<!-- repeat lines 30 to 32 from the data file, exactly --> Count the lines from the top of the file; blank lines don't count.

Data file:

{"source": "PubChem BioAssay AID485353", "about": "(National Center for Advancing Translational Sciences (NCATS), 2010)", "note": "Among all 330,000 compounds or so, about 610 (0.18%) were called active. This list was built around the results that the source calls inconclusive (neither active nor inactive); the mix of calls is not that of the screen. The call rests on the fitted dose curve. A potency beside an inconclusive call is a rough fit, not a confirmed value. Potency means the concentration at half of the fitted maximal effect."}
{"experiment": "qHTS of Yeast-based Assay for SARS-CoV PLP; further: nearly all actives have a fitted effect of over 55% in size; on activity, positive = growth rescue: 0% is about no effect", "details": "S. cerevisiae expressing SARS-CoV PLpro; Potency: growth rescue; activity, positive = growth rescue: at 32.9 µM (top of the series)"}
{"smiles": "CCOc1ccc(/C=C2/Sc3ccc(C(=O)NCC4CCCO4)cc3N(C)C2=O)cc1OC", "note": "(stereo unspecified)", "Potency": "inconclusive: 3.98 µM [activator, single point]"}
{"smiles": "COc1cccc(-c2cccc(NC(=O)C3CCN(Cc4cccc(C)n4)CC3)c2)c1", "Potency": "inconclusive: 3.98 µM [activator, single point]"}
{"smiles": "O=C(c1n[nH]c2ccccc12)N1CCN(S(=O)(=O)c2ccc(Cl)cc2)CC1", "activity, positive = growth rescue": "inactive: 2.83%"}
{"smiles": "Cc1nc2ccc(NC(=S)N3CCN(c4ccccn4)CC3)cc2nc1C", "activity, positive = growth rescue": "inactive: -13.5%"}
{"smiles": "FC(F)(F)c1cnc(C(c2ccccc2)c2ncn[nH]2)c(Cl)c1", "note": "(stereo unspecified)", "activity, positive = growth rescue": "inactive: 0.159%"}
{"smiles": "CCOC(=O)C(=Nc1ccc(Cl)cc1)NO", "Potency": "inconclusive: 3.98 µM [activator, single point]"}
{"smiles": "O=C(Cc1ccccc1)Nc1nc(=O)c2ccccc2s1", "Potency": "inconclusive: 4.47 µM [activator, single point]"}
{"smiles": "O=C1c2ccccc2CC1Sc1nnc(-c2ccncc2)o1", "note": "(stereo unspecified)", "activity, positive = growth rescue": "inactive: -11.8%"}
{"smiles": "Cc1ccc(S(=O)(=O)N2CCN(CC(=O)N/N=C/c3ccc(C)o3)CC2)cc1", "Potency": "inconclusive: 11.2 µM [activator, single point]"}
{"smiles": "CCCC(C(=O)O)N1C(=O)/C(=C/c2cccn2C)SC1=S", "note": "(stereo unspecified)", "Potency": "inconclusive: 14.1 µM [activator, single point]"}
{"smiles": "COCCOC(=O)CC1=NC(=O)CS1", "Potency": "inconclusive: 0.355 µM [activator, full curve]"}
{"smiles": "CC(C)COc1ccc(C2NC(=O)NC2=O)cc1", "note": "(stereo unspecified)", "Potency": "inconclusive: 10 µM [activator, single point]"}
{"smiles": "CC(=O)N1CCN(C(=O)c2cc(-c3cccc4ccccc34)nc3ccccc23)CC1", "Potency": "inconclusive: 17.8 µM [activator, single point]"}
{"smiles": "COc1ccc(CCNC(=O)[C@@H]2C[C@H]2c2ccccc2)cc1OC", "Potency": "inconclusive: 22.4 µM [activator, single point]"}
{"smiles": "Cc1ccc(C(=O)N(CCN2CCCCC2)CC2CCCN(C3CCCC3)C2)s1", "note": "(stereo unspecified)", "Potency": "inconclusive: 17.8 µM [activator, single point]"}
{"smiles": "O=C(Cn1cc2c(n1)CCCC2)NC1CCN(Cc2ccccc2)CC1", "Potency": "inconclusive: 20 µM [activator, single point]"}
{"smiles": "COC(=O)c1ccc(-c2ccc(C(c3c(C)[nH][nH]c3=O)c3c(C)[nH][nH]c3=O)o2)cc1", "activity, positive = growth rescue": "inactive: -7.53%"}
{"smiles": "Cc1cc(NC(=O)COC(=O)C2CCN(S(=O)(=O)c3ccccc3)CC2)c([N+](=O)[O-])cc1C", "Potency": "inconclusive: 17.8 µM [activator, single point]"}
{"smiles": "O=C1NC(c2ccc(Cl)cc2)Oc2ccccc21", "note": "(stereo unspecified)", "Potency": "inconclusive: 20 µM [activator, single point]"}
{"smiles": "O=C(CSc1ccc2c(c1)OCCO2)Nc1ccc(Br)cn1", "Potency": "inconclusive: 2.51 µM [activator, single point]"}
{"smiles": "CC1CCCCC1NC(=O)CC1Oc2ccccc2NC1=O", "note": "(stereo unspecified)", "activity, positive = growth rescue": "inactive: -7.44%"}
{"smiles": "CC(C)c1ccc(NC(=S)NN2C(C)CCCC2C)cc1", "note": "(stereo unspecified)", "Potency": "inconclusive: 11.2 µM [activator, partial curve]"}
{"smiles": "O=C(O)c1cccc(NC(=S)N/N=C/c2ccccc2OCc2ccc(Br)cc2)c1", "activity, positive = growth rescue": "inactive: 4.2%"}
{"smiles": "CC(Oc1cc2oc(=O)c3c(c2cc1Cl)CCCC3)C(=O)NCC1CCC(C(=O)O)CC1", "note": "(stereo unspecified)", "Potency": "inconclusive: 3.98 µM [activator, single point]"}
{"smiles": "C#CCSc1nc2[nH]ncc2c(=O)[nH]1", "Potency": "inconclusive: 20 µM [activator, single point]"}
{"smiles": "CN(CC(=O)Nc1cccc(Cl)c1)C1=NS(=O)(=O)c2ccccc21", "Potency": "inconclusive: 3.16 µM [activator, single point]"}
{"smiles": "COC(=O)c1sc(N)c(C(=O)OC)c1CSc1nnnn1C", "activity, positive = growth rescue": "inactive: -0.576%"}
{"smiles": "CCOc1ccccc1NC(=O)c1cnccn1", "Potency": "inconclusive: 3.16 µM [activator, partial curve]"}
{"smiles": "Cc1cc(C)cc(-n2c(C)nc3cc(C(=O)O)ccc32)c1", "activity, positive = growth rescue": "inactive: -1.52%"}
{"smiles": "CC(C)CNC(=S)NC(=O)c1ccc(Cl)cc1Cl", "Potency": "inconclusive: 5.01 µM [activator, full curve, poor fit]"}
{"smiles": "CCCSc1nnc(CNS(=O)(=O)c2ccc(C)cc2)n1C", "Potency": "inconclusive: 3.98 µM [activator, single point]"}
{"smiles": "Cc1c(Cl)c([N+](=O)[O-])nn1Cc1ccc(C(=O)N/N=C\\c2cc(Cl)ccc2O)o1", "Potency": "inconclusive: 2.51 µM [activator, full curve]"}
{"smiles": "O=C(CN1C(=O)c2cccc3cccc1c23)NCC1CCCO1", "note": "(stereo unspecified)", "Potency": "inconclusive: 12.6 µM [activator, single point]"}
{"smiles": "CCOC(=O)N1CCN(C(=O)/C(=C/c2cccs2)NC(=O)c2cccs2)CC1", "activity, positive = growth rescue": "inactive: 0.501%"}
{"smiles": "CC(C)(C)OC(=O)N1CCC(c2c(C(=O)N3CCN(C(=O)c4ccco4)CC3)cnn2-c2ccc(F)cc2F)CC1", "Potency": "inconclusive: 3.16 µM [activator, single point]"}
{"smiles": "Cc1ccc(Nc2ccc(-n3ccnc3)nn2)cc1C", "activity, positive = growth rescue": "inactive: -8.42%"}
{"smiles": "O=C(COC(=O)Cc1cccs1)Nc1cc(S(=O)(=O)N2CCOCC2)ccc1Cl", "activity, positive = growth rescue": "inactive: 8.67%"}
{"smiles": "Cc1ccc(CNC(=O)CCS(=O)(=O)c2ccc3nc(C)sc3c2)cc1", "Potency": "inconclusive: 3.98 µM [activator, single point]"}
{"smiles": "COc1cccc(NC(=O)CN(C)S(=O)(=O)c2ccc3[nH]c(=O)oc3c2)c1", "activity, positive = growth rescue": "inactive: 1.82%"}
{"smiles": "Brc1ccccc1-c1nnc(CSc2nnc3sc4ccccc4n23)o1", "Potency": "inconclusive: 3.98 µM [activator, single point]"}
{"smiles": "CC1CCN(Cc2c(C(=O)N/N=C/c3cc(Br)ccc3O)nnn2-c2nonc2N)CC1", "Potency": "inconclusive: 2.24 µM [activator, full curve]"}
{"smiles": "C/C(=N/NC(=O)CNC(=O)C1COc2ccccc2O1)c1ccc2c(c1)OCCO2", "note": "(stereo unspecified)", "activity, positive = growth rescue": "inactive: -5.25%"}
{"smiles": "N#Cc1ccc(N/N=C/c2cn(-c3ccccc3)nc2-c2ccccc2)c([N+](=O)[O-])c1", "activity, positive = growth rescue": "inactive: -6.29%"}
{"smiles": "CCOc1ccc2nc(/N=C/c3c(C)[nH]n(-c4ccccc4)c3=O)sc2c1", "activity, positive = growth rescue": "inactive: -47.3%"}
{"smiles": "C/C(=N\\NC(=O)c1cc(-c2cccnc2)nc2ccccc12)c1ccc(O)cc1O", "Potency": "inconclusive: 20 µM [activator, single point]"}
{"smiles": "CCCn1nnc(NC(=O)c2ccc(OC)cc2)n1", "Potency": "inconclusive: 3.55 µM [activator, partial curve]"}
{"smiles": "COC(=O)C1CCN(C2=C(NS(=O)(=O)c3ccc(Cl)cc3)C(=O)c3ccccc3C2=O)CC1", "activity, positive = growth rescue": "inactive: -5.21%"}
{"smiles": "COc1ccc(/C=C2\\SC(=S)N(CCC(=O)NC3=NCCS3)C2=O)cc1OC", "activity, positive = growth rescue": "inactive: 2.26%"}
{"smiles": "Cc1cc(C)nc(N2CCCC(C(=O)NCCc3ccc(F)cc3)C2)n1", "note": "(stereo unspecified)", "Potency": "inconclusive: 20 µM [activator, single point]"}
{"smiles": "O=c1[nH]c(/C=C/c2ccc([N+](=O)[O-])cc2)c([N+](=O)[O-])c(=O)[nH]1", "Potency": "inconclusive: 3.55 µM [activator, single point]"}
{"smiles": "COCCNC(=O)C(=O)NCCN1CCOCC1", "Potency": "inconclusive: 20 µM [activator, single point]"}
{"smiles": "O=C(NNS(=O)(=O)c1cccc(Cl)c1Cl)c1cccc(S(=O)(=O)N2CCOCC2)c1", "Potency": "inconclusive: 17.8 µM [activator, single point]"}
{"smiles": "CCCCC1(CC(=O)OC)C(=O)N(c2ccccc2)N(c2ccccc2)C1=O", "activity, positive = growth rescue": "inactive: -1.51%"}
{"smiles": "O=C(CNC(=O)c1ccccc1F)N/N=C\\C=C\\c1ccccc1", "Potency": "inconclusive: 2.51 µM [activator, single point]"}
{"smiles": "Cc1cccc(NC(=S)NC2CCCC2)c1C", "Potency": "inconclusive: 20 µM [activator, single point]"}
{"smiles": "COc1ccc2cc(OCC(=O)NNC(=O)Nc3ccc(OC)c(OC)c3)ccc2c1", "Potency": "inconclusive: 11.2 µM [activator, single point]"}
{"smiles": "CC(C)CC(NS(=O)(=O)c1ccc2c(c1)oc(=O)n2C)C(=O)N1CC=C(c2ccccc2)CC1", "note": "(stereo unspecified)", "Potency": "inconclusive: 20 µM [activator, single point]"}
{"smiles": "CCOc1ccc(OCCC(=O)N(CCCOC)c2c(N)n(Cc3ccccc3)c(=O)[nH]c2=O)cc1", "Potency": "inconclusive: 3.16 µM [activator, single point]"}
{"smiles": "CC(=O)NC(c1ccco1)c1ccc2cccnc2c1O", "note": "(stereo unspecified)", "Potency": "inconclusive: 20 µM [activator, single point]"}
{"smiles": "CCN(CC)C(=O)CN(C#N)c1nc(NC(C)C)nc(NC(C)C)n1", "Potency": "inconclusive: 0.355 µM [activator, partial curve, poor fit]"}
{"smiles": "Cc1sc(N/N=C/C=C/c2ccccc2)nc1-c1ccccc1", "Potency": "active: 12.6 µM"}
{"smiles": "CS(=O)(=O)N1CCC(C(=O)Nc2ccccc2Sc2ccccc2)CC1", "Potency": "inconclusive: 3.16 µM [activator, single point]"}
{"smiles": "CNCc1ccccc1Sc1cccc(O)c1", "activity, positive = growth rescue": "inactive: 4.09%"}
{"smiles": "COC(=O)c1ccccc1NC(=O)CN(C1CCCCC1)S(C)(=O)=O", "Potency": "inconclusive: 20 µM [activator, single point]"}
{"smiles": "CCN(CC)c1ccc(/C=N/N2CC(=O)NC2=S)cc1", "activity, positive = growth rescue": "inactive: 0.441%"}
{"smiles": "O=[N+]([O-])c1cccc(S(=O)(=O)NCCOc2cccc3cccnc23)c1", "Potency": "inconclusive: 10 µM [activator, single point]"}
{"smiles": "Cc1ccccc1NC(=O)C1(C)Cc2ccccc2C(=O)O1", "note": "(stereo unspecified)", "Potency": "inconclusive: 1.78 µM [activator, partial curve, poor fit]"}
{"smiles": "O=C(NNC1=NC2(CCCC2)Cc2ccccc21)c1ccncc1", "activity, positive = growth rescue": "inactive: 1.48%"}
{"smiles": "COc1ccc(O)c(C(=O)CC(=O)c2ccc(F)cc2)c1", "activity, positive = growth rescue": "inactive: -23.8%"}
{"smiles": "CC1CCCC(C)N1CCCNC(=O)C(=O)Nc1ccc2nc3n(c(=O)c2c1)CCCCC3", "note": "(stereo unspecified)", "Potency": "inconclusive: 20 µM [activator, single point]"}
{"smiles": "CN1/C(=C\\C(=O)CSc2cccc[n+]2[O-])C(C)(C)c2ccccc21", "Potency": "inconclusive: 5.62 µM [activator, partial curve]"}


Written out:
{"smiles": "CCOc1ccccc1NC(=O)c1cnccn1", "Potency": "inconclusive: 3.16 µM [activator, partial curve]"}
{"smiles": "Cc1cc(C)cc(-n2c(C)nc3cc(C(=O)O)ccc32)c1", "activity, positive = growth rescue": "inactive: -1.52%"}
{"smiles": "CC(C)CNC(=S)NC(=O)c1ccc(Cl)cc1Cl", "Potency": "inconclusive: 5.01 µM [activator, full curve, poor fit]"}